Mr Redford, 53, was found dead in Irvine, North Ayrshire, at about 11.15am yesterday. There are no suspicious circumstances.
The retired midfielder, who lived in Saltcoats with his wife Janine, became a major star after joining Rangers from Dundee for a then Scottish record fee of £210,000 in 1980.
Mr Redford's exploits included scoring the winner in Rangers' 1981 League Cup final victory.
He won four domestic trophies before signing for Dundee United in 1985 and going on to play a pivotal part in their march to the Uefa final against IFK Gothenburg in 1987, which they lost 1-0.
Mr Redford scored one of the club's two goals against Borussia Monchengladbach in the semi-final.
Former team-mates last night spoke of a 'nice guy' who remained in touch through the club's regular golf outings. Tommy McLean, a former Rangers team-mate said: "He was a really lovely lad. A great lad off the park and mixed well with the players. He did well with Rangers during his time there and he was a good team-mate. It's his family I'm thinking about."
John MacDonald, who played with Redford at Rangers in the 1980s, said: "He was great to play with, I remember him scoring the winner in the 1981 League Cup final against Dundee United and that was a great day.
"You couldn't meet a nicer guy off the park. I met him at a few Rangers golf days over the years and he was great, even though we'd all slowed down a bit because we were all older. It's terrible to hear, really unbelievable."
Rangers manager Ally McCoist paid tribute to Redford, who he played with in the 1980s.
There will be a minute's silence held in memory of the 53-year-old before Rangers' match against East Fife this afternoon.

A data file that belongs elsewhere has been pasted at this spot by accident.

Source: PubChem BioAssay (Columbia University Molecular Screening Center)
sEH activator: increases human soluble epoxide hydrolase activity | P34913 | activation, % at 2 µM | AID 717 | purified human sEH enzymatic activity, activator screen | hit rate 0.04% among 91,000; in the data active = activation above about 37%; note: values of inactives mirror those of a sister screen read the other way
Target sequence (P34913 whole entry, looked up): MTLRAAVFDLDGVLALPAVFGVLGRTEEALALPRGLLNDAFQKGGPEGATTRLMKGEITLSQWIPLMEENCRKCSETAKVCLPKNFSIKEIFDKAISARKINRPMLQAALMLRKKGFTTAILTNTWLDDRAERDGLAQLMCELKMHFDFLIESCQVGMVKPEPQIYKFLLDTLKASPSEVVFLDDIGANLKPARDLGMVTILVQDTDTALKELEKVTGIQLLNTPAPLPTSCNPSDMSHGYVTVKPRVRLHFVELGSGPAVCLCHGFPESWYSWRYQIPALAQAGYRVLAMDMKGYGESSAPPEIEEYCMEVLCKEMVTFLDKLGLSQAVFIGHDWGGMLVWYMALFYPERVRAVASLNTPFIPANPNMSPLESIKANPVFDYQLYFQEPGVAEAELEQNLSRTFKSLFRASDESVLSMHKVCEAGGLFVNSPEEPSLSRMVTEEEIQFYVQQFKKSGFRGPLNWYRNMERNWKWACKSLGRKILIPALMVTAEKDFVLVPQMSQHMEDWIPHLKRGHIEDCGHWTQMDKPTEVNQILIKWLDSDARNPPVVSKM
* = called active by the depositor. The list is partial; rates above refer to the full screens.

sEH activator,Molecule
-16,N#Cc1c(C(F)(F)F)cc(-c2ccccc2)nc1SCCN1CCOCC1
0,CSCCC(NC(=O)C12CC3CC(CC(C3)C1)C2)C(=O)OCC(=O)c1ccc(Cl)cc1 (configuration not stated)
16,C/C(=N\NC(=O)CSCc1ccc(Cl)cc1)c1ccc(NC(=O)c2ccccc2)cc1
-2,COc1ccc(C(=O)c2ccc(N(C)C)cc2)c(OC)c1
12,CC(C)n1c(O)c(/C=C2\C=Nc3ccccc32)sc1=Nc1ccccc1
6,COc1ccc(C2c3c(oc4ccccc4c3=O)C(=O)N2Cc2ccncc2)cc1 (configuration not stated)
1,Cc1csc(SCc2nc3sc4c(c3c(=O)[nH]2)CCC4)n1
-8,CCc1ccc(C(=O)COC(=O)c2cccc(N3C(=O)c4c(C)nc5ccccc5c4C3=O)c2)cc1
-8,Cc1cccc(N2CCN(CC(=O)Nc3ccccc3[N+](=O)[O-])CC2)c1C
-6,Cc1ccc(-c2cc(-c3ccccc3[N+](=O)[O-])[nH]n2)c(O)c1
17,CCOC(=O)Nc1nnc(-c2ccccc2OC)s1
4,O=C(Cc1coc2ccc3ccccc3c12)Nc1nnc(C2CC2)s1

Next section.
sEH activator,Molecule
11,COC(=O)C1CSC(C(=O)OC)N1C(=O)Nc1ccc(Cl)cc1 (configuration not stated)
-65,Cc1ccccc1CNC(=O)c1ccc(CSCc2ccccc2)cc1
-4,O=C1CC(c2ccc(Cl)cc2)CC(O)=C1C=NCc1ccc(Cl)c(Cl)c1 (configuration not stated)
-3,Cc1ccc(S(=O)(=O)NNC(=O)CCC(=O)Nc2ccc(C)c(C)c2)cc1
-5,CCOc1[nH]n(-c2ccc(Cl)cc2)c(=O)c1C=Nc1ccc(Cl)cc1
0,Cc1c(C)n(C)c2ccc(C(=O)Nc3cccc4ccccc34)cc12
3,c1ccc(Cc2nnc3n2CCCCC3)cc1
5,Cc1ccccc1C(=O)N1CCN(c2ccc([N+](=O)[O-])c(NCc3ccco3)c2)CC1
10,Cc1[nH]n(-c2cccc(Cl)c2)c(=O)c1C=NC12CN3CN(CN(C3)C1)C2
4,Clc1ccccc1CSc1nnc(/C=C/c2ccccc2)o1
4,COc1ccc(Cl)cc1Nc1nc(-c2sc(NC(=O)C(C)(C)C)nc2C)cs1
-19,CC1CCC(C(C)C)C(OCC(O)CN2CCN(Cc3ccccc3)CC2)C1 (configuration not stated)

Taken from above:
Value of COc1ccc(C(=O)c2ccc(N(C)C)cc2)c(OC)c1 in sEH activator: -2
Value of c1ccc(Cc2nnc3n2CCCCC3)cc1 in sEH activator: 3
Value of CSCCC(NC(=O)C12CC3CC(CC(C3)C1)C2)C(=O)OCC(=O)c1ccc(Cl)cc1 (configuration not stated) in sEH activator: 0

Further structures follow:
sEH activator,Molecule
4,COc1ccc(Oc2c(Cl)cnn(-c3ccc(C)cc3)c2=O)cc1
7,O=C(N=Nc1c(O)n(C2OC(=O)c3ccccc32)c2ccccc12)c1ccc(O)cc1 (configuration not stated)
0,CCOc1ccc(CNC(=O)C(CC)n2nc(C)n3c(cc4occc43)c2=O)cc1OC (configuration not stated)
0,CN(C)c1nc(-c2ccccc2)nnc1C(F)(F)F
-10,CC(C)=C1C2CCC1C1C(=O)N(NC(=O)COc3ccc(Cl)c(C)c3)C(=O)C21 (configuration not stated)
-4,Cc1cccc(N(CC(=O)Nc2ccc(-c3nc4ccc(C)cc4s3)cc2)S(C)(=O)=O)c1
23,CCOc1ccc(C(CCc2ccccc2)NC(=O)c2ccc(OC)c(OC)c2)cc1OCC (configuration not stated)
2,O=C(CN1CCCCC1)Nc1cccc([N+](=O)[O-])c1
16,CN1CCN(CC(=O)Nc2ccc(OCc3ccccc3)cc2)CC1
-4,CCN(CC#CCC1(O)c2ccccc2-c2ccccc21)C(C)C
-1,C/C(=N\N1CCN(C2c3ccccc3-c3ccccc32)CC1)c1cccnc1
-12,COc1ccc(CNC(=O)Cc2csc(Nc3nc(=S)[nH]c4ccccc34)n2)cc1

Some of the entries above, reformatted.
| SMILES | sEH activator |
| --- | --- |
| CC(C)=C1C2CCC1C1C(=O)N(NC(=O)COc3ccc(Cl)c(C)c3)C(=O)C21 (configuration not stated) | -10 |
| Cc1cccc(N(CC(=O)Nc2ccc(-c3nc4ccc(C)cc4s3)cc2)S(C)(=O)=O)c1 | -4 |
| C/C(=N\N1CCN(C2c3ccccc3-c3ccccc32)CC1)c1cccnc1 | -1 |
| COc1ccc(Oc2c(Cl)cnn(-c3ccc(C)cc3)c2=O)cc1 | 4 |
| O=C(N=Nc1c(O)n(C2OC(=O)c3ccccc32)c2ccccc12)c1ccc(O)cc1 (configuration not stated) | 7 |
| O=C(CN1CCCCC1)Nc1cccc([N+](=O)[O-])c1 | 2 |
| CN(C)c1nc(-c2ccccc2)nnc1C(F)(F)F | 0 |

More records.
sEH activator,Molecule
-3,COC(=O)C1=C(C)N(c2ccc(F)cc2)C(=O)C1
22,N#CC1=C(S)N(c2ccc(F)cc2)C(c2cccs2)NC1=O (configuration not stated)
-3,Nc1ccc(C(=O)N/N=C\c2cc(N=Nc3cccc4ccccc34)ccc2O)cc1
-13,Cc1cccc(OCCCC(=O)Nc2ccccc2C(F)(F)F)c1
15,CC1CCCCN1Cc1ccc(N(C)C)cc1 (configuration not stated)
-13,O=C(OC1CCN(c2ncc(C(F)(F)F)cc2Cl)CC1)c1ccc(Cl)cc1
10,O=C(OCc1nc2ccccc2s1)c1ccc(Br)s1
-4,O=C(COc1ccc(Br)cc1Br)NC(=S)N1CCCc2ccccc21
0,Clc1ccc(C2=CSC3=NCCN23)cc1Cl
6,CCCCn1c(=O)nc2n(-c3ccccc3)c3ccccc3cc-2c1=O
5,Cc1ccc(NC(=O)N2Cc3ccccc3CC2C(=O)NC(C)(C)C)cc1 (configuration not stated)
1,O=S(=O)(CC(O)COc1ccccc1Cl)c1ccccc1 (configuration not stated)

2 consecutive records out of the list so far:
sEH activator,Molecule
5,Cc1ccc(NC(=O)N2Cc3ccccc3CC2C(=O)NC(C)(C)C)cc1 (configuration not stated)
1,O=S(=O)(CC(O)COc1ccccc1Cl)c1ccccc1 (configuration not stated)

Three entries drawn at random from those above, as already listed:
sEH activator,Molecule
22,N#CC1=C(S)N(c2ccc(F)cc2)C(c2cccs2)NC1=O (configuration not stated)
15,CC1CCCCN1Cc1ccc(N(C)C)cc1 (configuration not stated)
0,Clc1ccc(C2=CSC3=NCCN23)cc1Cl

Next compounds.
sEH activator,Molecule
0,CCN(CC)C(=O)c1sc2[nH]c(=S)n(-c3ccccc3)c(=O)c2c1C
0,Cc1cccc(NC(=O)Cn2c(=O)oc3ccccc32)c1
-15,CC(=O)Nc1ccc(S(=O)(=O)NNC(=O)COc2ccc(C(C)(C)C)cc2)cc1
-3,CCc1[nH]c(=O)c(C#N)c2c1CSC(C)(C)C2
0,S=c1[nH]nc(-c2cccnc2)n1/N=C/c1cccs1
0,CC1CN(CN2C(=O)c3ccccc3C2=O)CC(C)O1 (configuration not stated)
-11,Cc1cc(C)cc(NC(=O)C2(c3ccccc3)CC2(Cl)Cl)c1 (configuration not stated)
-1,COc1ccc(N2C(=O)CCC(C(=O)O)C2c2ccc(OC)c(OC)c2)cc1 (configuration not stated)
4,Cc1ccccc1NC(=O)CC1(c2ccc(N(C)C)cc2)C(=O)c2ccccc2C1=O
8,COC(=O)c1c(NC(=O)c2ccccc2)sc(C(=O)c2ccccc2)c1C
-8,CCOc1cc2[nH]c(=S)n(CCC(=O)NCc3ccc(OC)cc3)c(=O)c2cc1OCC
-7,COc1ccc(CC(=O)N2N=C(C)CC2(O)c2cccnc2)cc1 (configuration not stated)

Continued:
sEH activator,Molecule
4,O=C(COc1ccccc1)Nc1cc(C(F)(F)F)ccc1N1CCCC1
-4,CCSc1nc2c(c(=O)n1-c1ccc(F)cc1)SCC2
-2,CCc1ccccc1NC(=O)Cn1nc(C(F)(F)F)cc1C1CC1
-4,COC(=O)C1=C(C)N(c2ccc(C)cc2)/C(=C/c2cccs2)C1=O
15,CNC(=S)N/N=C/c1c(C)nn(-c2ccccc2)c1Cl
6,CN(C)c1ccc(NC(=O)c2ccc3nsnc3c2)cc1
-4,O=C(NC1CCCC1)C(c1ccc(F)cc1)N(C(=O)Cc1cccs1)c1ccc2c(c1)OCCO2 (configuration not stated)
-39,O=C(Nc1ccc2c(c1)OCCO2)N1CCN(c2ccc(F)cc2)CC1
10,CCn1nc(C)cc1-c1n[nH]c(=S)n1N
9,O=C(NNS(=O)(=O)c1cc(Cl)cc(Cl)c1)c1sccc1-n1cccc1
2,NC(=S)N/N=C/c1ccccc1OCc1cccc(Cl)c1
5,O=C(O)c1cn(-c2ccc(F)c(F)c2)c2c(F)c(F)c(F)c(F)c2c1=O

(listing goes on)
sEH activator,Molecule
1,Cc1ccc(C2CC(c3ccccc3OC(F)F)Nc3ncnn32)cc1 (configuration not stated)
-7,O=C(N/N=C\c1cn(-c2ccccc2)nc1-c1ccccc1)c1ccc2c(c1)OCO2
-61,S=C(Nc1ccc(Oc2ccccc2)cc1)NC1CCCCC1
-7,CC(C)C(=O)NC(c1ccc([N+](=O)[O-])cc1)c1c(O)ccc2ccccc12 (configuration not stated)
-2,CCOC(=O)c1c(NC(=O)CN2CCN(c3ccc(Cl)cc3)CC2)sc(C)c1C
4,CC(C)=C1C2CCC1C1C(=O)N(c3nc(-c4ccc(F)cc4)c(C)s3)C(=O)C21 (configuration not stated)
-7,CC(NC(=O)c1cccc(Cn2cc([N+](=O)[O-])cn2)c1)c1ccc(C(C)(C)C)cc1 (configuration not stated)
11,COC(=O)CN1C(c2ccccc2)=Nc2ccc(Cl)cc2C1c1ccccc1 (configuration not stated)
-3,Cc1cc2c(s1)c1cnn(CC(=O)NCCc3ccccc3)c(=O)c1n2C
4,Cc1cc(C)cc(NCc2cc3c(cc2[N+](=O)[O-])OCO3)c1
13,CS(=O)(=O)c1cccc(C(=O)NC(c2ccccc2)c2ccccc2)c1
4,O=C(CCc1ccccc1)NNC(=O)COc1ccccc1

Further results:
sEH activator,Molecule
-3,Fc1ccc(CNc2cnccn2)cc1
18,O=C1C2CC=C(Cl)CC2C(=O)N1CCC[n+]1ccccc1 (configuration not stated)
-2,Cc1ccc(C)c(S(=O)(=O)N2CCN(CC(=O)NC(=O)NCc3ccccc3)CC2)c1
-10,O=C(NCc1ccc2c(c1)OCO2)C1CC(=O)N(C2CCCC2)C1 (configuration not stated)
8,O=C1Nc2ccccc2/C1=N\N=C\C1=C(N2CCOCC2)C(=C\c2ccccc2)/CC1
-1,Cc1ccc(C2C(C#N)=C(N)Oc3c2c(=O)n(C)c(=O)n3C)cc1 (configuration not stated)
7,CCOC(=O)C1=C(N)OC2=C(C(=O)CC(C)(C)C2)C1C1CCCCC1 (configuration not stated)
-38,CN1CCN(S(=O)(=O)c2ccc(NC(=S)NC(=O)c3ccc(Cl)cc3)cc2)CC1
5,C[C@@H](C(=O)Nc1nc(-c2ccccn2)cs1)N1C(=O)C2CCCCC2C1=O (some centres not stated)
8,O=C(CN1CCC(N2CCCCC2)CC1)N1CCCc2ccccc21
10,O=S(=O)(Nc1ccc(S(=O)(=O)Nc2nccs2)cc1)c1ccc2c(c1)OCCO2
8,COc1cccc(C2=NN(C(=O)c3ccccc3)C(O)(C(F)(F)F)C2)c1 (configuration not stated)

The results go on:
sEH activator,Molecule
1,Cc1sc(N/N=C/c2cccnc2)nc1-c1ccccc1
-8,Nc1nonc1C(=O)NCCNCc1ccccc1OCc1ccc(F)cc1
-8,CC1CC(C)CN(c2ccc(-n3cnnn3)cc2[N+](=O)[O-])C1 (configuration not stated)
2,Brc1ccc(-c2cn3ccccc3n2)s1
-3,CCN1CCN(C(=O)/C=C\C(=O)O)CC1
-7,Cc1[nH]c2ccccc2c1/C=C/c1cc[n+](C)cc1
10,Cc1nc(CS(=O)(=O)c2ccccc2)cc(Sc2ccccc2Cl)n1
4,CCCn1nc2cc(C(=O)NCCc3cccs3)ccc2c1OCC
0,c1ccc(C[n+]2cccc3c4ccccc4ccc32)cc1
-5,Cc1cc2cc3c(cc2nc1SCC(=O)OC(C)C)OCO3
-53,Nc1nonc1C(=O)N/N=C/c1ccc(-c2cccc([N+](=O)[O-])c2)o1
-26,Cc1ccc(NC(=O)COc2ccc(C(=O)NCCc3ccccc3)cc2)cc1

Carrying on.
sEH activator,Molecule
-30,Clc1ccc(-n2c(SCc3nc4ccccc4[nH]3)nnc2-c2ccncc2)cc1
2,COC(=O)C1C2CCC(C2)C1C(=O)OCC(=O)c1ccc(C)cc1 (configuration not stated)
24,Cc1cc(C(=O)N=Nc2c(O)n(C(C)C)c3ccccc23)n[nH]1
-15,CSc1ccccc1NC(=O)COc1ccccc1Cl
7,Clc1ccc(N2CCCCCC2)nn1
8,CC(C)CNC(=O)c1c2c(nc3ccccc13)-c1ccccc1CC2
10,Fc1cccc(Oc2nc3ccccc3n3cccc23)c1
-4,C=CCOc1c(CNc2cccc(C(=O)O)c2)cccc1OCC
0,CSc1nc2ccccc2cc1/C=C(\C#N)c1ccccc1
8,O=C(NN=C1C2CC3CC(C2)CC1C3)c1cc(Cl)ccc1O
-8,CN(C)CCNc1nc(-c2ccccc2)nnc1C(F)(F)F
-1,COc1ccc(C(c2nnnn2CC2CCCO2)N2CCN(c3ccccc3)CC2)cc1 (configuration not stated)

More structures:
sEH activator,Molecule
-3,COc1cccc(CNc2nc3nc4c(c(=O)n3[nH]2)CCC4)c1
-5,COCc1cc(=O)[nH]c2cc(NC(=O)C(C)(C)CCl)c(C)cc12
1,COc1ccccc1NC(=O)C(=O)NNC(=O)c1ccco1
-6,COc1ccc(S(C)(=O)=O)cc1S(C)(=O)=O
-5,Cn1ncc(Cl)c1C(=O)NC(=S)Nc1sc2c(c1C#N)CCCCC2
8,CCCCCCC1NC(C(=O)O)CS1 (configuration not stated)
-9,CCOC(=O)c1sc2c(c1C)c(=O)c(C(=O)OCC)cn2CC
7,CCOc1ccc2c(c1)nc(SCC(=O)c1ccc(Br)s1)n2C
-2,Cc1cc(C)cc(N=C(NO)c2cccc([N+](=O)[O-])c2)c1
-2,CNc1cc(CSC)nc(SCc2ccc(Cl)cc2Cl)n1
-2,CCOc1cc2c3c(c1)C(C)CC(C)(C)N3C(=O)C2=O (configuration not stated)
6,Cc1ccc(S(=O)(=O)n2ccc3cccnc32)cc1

McCoist said: "We are deeply shocked to hear the very sad news that Ian has passed away. I had the honour of playing with him early in my Rangers career and he was a terrific lad and an extremely talented footballer who will be sadly missed.
"Everyone at Rangers sends their sincere condolences to Ian's family and our thoughts are with them at this very difficult time."
In a statement, Dundee United said: "Everybody at Dundee United is devastated to hear of the passing of ex-United player Ian Redford. The memory of his performances for United at a time when the club competed in the higher echelons of European football will forever be part of our history.
"Our thoughts and prayers are with Ian's family at this very sad time." A Dundee spokesman said: "Everyone at Dundee FC was saddened to hear of the death of former midfielder/striker Ian Redford, one of the most talented kids to come through the Dens youth system over the last few decades."
Former Scotland player Kevin Gallacher said on Twitter: "just heard news about Ian Redford, thoughts go out to his family". Conservative MSP Murdo Fraser also wrote on the social networking site: "Very sad to hear of the untimely death of Ian Redford. A great servant to the club #RFC"
The Perth-born player's early life was marred by tragedy when his seven-year-old brother Douglas died after a long battle with leukemia when the future footballer was 12. Mr Redford said he often fought with him and teased him, as his parents didn't tell him or his sister Jill of the gravity of his illness. He said the tragedy left him angry and that football was his escape.
After six seasons at Rangers, where he made almost 250 appearances, he joined Jim McLean's team in 1985. He won a runners-up Uefa Cup medal and Scottish Cup medal in 1987.
He then moved on after three years to Ipswich Town, before playing for his home town club, St Johnstone, and Raith Rovers, where he won a League Cup medal after beating Celtic in 1995.
The player suffered from deafness in his one ear from a young age, and began losing hearing in the other aged 40. A Police Scotland spokeswoman said: "Officers are investigating and inquiries are continuing. A post mortem will be carried out in due course to establish the cause of death."